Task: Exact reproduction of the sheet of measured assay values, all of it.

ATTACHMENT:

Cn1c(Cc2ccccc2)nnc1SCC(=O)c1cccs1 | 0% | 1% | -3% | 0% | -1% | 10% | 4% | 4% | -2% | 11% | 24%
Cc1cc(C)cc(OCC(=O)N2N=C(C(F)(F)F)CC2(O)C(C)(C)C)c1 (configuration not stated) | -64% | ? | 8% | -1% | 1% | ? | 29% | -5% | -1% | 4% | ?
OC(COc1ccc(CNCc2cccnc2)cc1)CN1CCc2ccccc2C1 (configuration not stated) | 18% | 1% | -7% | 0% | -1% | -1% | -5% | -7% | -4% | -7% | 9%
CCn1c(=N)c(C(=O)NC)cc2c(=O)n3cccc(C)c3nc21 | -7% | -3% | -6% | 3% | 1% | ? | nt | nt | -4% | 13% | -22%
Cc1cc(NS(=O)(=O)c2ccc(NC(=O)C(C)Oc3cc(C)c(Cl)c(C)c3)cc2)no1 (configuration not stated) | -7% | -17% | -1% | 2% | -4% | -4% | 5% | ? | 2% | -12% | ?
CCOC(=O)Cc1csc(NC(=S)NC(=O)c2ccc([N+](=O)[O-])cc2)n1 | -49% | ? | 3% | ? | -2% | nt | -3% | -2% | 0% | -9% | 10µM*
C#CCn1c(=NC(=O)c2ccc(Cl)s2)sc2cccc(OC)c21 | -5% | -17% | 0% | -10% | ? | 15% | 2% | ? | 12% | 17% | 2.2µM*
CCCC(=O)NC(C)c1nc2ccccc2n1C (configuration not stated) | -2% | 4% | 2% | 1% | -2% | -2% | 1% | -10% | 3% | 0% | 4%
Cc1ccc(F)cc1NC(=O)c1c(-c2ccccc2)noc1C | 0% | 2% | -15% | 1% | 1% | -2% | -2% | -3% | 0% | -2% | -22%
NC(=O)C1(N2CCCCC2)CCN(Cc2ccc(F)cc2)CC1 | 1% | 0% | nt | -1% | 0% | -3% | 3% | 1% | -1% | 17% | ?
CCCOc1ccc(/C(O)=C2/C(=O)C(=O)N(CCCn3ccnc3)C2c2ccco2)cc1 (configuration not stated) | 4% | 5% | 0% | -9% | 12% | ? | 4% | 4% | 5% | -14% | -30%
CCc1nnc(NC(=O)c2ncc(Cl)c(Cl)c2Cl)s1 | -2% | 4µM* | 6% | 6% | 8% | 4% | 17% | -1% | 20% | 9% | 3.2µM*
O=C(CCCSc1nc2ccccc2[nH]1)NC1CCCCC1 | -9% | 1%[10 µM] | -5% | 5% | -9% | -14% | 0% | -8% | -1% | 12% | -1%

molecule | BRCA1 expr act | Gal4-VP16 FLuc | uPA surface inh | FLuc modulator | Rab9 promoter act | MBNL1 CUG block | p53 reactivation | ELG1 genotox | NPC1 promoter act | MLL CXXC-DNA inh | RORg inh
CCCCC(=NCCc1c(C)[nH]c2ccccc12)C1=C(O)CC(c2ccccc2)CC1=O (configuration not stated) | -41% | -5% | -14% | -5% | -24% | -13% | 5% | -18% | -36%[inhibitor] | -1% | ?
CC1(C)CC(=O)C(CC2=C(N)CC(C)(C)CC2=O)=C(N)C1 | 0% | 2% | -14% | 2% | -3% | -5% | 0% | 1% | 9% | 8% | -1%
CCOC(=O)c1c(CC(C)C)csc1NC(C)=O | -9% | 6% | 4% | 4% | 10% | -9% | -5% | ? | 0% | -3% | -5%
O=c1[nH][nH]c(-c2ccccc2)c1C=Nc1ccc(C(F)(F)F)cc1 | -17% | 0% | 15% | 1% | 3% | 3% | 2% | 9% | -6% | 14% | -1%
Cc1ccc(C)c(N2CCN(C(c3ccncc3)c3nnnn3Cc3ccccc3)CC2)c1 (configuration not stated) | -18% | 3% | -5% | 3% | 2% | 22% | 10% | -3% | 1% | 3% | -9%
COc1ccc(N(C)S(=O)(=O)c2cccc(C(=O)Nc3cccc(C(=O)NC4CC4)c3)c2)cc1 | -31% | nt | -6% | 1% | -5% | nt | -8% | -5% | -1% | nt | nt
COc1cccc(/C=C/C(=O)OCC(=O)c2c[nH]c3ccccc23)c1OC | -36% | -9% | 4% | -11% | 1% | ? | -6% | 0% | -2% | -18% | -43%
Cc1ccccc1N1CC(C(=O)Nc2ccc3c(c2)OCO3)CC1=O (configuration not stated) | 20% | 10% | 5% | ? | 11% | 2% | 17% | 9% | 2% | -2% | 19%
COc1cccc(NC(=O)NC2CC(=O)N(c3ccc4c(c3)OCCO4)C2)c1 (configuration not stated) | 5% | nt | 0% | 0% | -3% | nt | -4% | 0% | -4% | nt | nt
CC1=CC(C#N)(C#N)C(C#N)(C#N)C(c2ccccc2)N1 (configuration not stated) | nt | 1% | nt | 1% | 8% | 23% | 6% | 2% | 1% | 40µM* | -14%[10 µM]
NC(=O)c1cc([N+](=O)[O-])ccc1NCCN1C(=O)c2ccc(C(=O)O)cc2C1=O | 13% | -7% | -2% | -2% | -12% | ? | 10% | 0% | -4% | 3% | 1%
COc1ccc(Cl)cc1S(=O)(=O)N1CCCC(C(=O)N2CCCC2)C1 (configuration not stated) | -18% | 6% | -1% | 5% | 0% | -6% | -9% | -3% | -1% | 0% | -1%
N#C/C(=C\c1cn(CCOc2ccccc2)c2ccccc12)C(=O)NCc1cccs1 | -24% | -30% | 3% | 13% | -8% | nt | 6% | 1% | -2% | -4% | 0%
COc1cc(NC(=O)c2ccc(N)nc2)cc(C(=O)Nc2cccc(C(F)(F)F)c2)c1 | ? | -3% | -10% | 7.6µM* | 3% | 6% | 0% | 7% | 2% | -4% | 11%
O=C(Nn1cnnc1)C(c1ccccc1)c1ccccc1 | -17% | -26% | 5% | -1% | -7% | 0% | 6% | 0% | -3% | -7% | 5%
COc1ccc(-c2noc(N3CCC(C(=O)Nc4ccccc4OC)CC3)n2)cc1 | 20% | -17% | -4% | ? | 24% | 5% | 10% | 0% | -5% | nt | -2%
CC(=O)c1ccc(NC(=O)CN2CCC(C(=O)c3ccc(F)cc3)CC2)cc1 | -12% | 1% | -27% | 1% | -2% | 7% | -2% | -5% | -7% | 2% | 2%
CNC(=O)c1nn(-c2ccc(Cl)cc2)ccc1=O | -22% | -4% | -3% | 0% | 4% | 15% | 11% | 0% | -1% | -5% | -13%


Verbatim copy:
Cn1c(Cc2ccccc2)nnc1SCC(=O)c1cccs1 | 0% | 1% | -3% | 0% | -1% | 10% | 4% | 4% | -2% | 11% | 24%
Cc1cc(C)cc(OCC(=O)N2N=C(C(F)(F)F)CC2(O)C(C)(C)C)c1 (configuration not stated) | -64% | ? | 8% | -1% | 1% | ? | 29% | -5% | -1% | 4% | ?
OC(COc1ccc(CNCc2cccnc2)cc1)CN1CCc2ccccc2C1 (configuration not stated) | 18% | 1% | -7% | 0% | -1% | -1% | -5% | -7% | -4% | -7% | 9%
CCn1c(=N)c(C(=O)NC)cc2c(=O)n3cccc(C)c3nc21 | -7% | -3% | -6% | 3% | 1% | ? | nt | nt | -4% | 13% | -22%
Cc1cc(NS(=O)(=O)c2ccc(NC(=O)C(C)Oc3cc(C)c(Cl)c(C)c3)cc2)no1 (configuration not stated) | -7% | -17% | -1% | 2% | -4% | -4% | 5% | ? | 2% | -12% | ?
CCOC(=O)Cc1csc(NC(=S)NC(=O)c2ccc([N+](=O)[O-])cc2)n1 | -49% | ? | 3% | ? | -2% | nt | -3% | -2% | 0% | -9% | 10µM*
C#CCn1c(=NC(=O)c2ccc(Cl)s2)sc2cccc(OC)c21 | -5% | -17% | 0% | -10% | ? | 15% | 2% | ? | 12% | 17% | 2.2µM*
CCCC(=O)NC(C)c1nc2ccccc2n1C (configuration not stated) | -2% | 4% | 2% | 1% | -2% | -2% | 1% | -10% | 3% | 0% | 4%
Cc1ccc(F)cc1NC(=O)c1c(-c2ccccc2)noc1C | 0% | 2% | -15% | 1% | 1% | -2% | -2% | -3% | 0% | -2% | -22%
NC(=O)C1(N2CCCCC2)CCN(Cc2ccc(F)cc2)CC1 | 1% | 0% | nt | -1% | 0% | -3% | 3% | 1% | -1% | 17% | ?
CCCOc1ccc(/C(O)=C2/C(=O)C(=O)N(CCCn3ccnc3)C2c2ccco2)cc1 (configuration not stated) | 4% | 5% | 0% | -9% | 12% | ? | 4% | 4% | 5% | -14% | -30%
CCc1nnc(NC(=O)c2ncc(Cl)c(Cl)c2Cl)s1 | -2% | 4µM* | 6% | 6% | 8% | 4% | 17% | -1% | 20% | 9% | 3.2µM*
O=C(CCCSc1nc2ccccc2[nH]1)NC1CCCCC1 | -9% | 1%[10 µM] | -5% | 5% | -9% | -14% | 0% | -8% | -1% | 12% | -1%

molecule | BRCA1 expr act | Gal4-VP16 FLuc | uPA surface inh | FLuc modulator | Rab9 promoter act | MBNL1 CUG block | p53 reactivation | ELG1 genotox | NPC1 promoter act | MLL CXXC-DNA inh | RORg inh
CCCCC(=NCCc1c(C)[nH]c2ccccc12)C1=C(O)CC(c2ccccc2)CC1=O (configuration not stated) | -41% | -5% | -14% | -5% | -24% | -13% | 5% | -18% | -36%[inhibitor] | -1% | ?
CC1(C)CC(=O)C(CC2=C(N)CC(C)(C)CC2=O)=C(N)C1 | 0% | 2% | -14% | 2% | -3% | -5% | 0% | 1% | 9% | 8% | -1%
CCOC(=O)c1c(CC(C)C)csc1NC(C)=O | -9% | 6% | 4% | 4% | 10% | -9% | -5% | ? | 0% | -3% | -5%
O=c1[nH][nH]c(-c2ccccc2)c1C=Nc1ccc(C(F)(F)F)cc1 | -17% | 0% | 15% | 1% | 3% | 3% | 2% | 9% | -6% | 14% | -1%
Cc1ccc(C)c(N2CCN(C(c3ccncc3)c3nnnn3Cc3ccccc3)CC2)c1 (configuration not stated) | -18% | 3% | -5% | 3% | 2% | 22% | 10% | -3% | 1% | 3% | -9%
COc1ccc(N(C)S(=O)(=O)c2cccc(C(=O)Nc3cccc(C(=O)NC4CC4)c3)c2)cc1 | -31% | nt | -6% | 1% | -5% | nt | -8% | -5% | -1% | nt | nt
COc1cccc(/C=C/C(=O)OCC(=O)c2c[nH]c3ccccc23)c1OC | -36% | -9% | 4% | -11% | 1% | ? | -6% | 0% | -2% | -18% | -43%
Cc1ccccc1N1CC(C(=O)Nc2ccc3c(c2)OCO3)CC1=O (configuration not stated) | 20% | 10% | 5% | ? | 11% | 2% | 17% | 9% | 2% | -2% | 19%
COc1cccc(NC(=O)NC2CC(=O)N(c3ccc4c(c3)OCCO4)C2)c1 (configuration not stated) | 5% | nt | 0% | 0% | -3% | nt | -4% | 0% | -4% | nt | nt
CC1=CC(C#N)(C#N)C(C#N)(C#N)C(c2ccccc2)N1 (configuration not stated) | nt | 1% | nt | 1% | 8% | 23% | 6% | 2% | 1% | 40µM* | -14%[10 µM]
NC(=O)c1cc([N+](=O)[O-])ccc1NCCN1C(=O)c2ccc(C(=O)O)cc2C1=O | 13% | -7% | -2% | -2% | -12% | ? | 10% | 0% | -4% | 3% | 1%
COc1ccc(Cl)cc1S(=O)(=O)N1CCCC(C(=O)N2CCCC2)C1 (configuration not stated) | -18% | 6% | -1% | 5% | 0% | -6% | -9% | -3% | -1% | 0% | -1%
N#C/C(=C\c1cn(CCOc2ccccc2)c2ccccc12)C(=O)NCc1cccs1 | -24% | -30% | 3% | 13% | -8% | nt | 6% | 1% | -2% | -4% | 0%
COc1cc(NC(=O)c2ccc(N)nc2)cc(C(=O)Nc2cccc(C(F)(F)F)c2)c1 | ? | -3% | -10% | 7.6µM* | 3% | 6% | 0% | 7% | 2% | -4% | 11%
O=C(Nn1cnnc1)C(c1ccccc1)c1ccccc1 | -17% | -26% | 5% | -1% | -7% | 0% | 6% | 0% | -3% | -7% | 5%
COc1ccc(-c2noc(N3CCC(C(=O)Nc4ccccc4OC)CC3)n2)cc1 | 20% | -17% | -4% | ? | 24% | 5% | 10% | 0% | -5% | nt | -2%
CC(=O)c1ccc(NC(=O)CN2CCC(C(=O)c3ccc(F)cc3)CC2)cc1 | -12% | 1% | -27% | 1% | -2% | 7% | -2% | -5% | -7% | 2% | 2%
CNC(=O)c1nn(-c2ccc(Cl)cc2)ccc1=O | -22% | -4% | -3% | 0% | 4% | 15% | 11% | 0% | -1% | -5% | -13%